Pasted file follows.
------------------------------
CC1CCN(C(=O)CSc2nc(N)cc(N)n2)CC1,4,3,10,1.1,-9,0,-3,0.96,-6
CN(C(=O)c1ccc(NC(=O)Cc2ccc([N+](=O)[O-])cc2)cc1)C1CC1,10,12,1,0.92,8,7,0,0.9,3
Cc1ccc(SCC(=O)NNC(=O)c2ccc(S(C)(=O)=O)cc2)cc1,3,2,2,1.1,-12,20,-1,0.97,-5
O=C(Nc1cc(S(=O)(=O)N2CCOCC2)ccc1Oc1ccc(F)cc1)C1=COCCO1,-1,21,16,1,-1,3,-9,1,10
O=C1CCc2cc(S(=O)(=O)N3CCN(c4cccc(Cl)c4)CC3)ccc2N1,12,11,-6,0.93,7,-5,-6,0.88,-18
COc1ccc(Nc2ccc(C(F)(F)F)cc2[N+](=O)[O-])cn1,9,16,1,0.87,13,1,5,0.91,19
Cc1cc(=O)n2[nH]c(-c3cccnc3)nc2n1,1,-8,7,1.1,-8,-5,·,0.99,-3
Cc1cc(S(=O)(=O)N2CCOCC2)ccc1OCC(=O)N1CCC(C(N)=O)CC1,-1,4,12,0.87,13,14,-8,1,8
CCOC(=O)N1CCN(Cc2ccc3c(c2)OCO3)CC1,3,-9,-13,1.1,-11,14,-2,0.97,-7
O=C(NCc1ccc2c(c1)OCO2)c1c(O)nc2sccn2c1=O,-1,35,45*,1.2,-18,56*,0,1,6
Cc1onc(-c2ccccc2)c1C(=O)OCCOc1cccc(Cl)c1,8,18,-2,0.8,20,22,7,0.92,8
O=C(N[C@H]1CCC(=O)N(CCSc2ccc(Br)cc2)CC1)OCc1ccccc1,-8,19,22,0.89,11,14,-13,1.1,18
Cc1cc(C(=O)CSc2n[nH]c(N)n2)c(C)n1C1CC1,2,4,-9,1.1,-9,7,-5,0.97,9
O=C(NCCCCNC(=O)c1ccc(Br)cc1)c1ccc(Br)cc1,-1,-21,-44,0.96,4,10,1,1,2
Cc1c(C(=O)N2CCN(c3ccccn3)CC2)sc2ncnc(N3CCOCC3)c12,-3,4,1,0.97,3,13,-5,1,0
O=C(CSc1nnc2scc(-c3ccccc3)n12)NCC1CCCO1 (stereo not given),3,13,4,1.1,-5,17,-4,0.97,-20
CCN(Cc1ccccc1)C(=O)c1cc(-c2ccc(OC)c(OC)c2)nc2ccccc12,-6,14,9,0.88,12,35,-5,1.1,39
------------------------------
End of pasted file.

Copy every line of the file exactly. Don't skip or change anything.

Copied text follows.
CC1CCN(C(=O)CSc2nc(N)cc(N)n2)CC1,4,3,10,1.1,-9,0,-3,0.96,-6
CN(C(=O)c1ccc(NC(=O)Cc2ccc([N+](=O)[O-])cc2)cc1)C1CC1,10,12,1,0.92,8,7,0,0.9,3
Cc1ccc(SCC(=O)NNC(=O)c2ccc(S(C)(=O)=O)cc2)cc1,3,2,2,1.1,-12,20,-1,0.97,-5
O=C(Nc1cc(S(=O)(=O)N2CCOCC2)ccc1Oc1ccc(F)cc1)C1=COCCO1,-1,21,16,1,-1,3,-9,1,10
O=C1CCc2cc(S(=O)(=O)N3CCN(c4cccc(Cl)c4)CC3)ccc2N1,12,11,-6,0.93,7,-5,-6,0.88,-18
COc1ccc(Nc2ccc(C(F)(F)F)cc2[N+](=O)[O-])cn1,9,16,1,0.87,13,1,5,0.91,19
Cc1cc(=O)n2[nH]c(-c3cccnc3)nc2n1,1,-8,7,1.1,-8,-5,·,0.99,-3
Cc1cc(S(=O)(=O)N2CCOCC2)ccc1OCC(=O)N1CCC(C(N)=O)CC1,-1,4,12,0.87,13,14,-8,1,8
CCOC(=O)N1CCN(Cc2ccc3c(c2)OCO3)CC1,3,-9,-13,1.1,-11,14,-2,0.97,-7
O=C(NCc1ccc2c(c1)OCO2)c1c(O)nc2sccn2c1=O,-1,35,45*,1.2,-18,56*,0,1,6
Cc1onc(-c2ccccc2)c1C(=O)OCCOc1cccc(Cl)c1,8,18,-2,0.8,20,22,7,0.92,8
O=C(N[C@H]1CCC(=O)N(CCSc2ccc(Br)cc2)CC1)OCc1ccccc1,-8,19,22,0.89,11,14,-13,1.1,18
Cc1cc(C(=O)CSc2n[nH]c(N)n2)c(C)n1C1CC1,2,4,-9,1.1,-9,7,-5,0.97,9
O=C(NCCCCNC(=O)c1ccc(Br)cc1)c1ccc(Br)cc1,-1,-21,-44,0.96,4,10,1,1,2
Cc1c(C(=O)N2CCN(c3ccccn3)CC2)sc2ncnc(N3CCOCC3)c12,-3,4,1,0.97,3,13,-5,1,0
O=C(CSc1nnc2scc(-c3ccccc3)n12)NCC1CCCO1 (stereo not given),3,13,4,1.1,-5,17,-4,0.97,-20
CCN(Cc1ccccc1)C(=O)c1cc(-c2ccc(OC)c(OC)c2)nc2ccccc12,-6,14,9,0.88,12,35,-5,1.1,39